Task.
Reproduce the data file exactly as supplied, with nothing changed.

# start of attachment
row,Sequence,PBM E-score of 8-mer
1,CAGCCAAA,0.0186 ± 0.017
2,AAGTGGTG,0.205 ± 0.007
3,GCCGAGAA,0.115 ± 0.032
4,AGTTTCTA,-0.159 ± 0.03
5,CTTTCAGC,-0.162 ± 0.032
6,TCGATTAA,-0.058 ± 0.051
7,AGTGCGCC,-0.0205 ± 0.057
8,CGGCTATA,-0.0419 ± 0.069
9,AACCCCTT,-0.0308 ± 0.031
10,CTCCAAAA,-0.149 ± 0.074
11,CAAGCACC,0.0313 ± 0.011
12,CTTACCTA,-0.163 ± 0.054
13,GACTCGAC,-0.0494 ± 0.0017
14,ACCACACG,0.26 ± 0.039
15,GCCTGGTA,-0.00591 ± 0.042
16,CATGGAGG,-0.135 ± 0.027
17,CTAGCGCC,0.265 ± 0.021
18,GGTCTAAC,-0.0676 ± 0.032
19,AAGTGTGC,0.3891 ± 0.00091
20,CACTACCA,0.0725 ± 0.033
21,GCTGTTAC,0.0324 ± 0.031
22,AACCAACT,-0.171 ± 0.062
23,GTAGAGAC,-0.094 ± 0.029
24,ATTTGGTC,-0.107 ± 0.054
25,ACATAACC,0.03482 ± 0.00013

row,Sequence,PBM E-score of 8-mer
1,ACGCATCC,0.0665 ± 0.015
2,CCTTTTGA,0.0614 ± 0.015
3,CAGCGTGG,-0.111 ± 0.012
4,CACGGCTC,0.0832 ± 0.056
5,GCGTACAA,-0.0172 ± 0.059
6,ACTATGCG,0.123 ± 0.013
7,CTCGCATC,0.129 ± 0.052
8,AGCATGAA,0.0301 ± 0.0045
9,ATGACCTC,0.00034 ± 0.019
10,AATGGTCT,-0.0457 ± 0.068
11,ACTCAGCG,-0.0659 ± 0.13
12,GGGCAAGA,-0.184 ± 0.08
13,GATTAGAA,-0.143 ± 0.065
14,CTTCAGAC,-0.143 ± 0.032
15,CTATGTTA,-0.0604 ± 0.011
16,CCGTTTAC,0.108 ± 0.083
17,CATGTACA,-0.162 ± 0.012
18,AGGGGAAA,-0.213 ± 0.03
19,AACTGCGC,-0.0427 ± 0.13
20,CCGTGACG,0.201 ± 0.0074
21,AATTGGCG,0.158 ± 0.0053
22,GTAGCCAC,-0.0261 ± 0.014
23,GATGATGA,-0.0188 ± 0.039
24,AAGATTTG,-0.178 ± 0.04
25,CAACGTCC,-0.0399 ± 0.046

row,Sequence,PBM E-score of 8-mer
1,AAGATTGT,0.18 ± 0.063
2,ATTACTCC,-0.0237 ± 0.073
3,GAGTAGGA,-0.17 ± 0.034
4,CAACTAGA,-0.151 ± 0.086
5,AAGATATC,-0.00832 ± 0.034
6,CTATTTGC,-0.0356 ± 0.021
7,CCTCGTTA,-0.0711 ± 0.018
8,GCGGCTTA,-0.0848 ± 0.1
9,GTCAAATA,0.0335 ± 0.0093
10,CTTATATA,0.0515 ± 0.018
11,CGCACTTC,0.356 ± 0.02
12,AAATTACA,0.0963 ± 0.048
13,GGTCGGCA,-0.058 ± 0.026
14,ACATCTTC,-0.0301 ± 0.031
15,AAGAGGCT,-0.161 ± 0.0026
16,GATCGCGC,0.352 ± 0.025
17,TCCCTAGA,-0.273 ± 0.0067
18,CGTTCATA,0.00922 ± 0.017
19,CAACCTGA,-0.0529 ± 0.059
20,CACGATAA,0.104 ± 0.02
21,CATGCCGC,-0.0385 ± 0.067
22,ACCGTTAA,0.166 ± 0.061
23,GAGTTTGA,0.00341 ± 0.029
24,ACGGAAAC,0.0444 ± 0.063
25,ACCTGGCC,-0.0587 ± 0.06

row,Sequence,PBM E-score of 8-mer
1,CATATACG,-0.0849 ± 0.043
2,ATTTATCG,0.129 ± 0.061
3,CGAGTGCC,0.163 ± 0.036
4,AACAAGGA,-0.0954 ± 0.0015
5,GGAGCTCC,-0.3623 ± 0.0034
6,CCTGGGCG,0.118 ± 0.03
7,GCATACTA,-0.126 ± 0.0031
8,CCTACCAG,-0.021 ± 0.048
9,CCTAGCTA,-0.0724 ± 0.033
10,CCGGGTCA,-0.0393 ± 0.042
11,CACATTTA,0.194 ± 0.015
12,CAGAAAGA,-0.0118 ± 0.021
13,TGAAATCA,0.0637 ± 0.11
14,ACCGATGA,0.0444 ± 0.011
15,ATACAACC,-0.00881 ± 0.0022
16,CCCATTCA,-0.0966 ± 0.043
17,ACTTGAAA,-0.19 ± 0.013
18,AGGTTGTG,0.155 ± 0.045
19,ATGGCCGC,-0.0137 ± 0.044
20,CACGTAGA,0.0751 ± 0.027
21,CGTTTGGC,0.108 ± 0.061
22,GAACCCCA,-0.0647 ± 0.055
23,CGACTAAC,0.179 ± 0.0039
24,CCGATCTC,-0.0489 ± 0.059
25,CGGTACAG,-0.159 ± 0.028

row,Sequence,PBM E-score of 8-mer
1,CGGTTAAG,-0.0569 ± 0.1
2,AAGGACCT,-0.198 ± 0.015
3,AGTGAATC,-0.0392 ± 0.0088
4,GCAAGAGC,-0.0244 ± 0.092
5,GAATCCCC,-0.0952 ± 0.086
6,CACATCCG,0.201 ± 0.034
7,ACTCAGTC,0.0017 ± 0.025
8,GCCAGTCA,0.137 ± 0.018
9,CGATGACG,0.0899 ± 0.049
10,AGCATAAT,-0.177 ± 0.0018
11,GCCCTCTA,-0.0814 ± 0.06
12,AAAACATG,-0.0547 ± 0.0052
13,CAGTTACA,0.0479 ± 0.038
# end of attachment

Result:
row,Sequence,PBM E-score of 8-mer
1,CAGCCAAA,0.0186 ± 0.017
2,AAGTGGTG,0.205 ± 0.007
3,GCCGAGAA,0.115 ± 0.032
4,AGTTTCTA,-0.159 ± 0.03
5,CTTTCAGC,-0.162 ± 0.032
6,TCGATTAA,-0.058 ± 0.051
7,AGTGCGCC,-0.0205 ± 0.057
8,CGGCTATA,-0.0419 ± 0.069
9,AACCCCTT,-0.0308 ± 0.031
10,CTCCAAAA,-0.149 ± 0.074
11,CAAGCACC,0.0313 ± 0.011
12,CTTACCTA,-0.163 ± 0.054
13,GACTCGAC,-0.0494 ± 0.0017
14,ACCACACG,0.26 ± 0.039
15,GCCTGGTA,-0.00591 ± 0.042
16,CATGGAGG,-0.135 ± 0.027
17,CTAGCGCC,0.265 ± 0.021
18,GGTCTAAC,-0.0676 ± 0.032
19,AAGTGTGC,0.3891 ± 0.00091
20,CACTACCA,0.0725 ± 0.033
21,GCTGTTAC,0.0324 ± 0.031
22,AACCAACT,-0.171 ± 0.062
23,GTAGAGAC,-0.094 ± 0.029
24,ATTTGGTC,-0.107 ± 0.054
25,ACATAACC,0.03482 ± 0.00013

row,Sequence,PBM E-score of 8-mer
1,ACGCATCC,0.0665 ± 0.015
2,CCTTTTGA,0.0614 ± 0.015
3,CAGCGTGG,-0.111 ± 0.012
4,CACGGCTC,0.0832 ± 0.056
5,GCGTACAA,-0.0172 ± 0.059
6,ACTATGCG,0.123 ± 0.013
7,CTCGCATC,0.129 ± 0.052
8,AGCATGAA,0.0301 ± 0.0045
9,ATGACCTC,0.00034 ± 0.019
10,AATGGTCT,-0.0457 ± 0.068
11,ACTCAGCG,-0.0659 ± 0.13
12,GGGCAAGA,-0.184 ± 0.08
13,GATTAGAA,-0.143 ± 0.065
14,CTTCAGAC,-0.143 ± 0.032
15,CTATGTTA,-0.0604 ± 0.011
16,CCGTTTAC,0.108 ± 0.083
17,CATGTACA,-0.162 ± 0.012
18,AGGGGAAA,-0.213 ± 0.03
19,AACTGCGC,-0.0427 ± 0.13
20,CCGTGACG,0.201 ± 0.0074
21,AATTGGCG,0.158 ± 0.0053
22,GTAGCCAC,-0.0261 ± 0.014
23,GATGATGA,-0.0188 ± 0.039
24,AAGATTTG,-0.178 ± 0.04
25,CAACGTCC,-0.0399 ± 0.046

row,Sequence,PBM E-score of 8-mer
1,AAGATTGT,0.18 ± 0.063
2,ATTACTCC,-0.0237 ± 0.073
3,GAGTAGGA,-0.17 ± 0.034
4,CAACTAGA,-0.151 ± 0.086
5,AAGATATC,-0.00832 ± 0.034
6,CTATTTGC,-0.0356 ± 0.021
7,CCTCGTTA,-0.0711 ± 0.018
8,GCGGCTTA,-0.0848 ± 0.1
9,GTCAAATA,0.0335 ± 0.0093
10,CTTATATA,0.0515 ± 0.018
11,CGCACTTC,0.356 ± 0.02
12,AAATTACA,0.0963 ± 0.048
13,GGTCGGCA,-0.058 ± 0.026
14,ACATCTTC,-0.0301 ± 0.031
15,AAGAGGCT,-0.161 ± 0.0026
16,GATCGCGC,0.352 ± 0.025
17,TCCCTAGA,-0.273 ± 0.0067
18,CGTTCATA,0.00922 ± 0.017
19,CAACCTGA,-0.0529 ± 0.059
20,CACGATAA,0.104 ± 0.02
21,CATGCCGC,-0.0385 ± 0.067
22,ACCGTTAA,0.166 ± 0.061
23,GAGTTTGA,0.00341 ± 0.029
24,ACGGAAAC,0.0444 ± 0.063
25,ACCTGGCC,-0.0587 ± 0.06

row,Sequence,PBM E-score of 8-mer
1,CATATACG,-0.0849 ± 0.043
2,ATTTATCG,0.129 ± 0.061
3,CGAGTGCC,0.163 ± 0.036
4,AACAAGGA,-0.0954 ± 0.0015
5,GGAGCTCC,-0.3623 ± 0.0034
6,CCTGGGCG,0.118 ± 0.03
7,GCATACTA,-0.126 ± 0.0031
8,CCTACCAG,-0.021 ± 0.048
9,CCTAGCTA,-0.0724 ± 0.033
10,CCGGGTCA,-0.0393 ± 0.042
11,CACATTTA,0.194 ± 0.015
12,CAGAAAGA,-0.0118 ± 0.021
13,TGAAATCA,0.0637 ± 0.11
14,ACCGATGA,0.0444 ± 0.011
15,ATACAACC,-0.00881 ± 0.0022
16,CCCATTCA,-0.0966 ± 0.043
17,ACTTGAAA,-0.19 ± 0.013
18,AGGTTGTG,0.155 ± 0.045
19,ATGGCCGC,-0.0137 ± 0.044
20,CACGTAGA,0.0751 ± 0.027
21,CGTTTGGC,0.108 ± 0.061
22,GAACCCCA,-0.0647 ± 0.055
23,CGACTAAC,0.179 ± 0.0039
24,CCGATCTC,-0.0489 ± 0.059
25,CGGTACAG,-0.159 ± 0.028

row,Sequence,PBM E-score of 8-mer
1,CGGTTAAG,-0.0569 ± 0.1
2,AAGGACCT,-0.198 ± 0.015
3,AGTGAATC,-0.0392 ± 0.0088
4,GCAAGAGC,-0.0244 ± 0.092
5,GAATCCCC,-0.0952 ± 0.086
6,CACATCCG,0.201 ± 0.034
7,ACTCAGTC,0.0017 ± 0.025
8,GCCAGTCA,0.137 ± 0.018
9,CGATGACG,0.0899 ± 0.049
10,AGCATAAT,-0.177 ± 0.0018
11,GCCCTCTA,-0.0814 ± 0.06
12,AAAACATG,-0.0547 ± 0.0052
13,CAGTTACA,0.0479 ± 0.038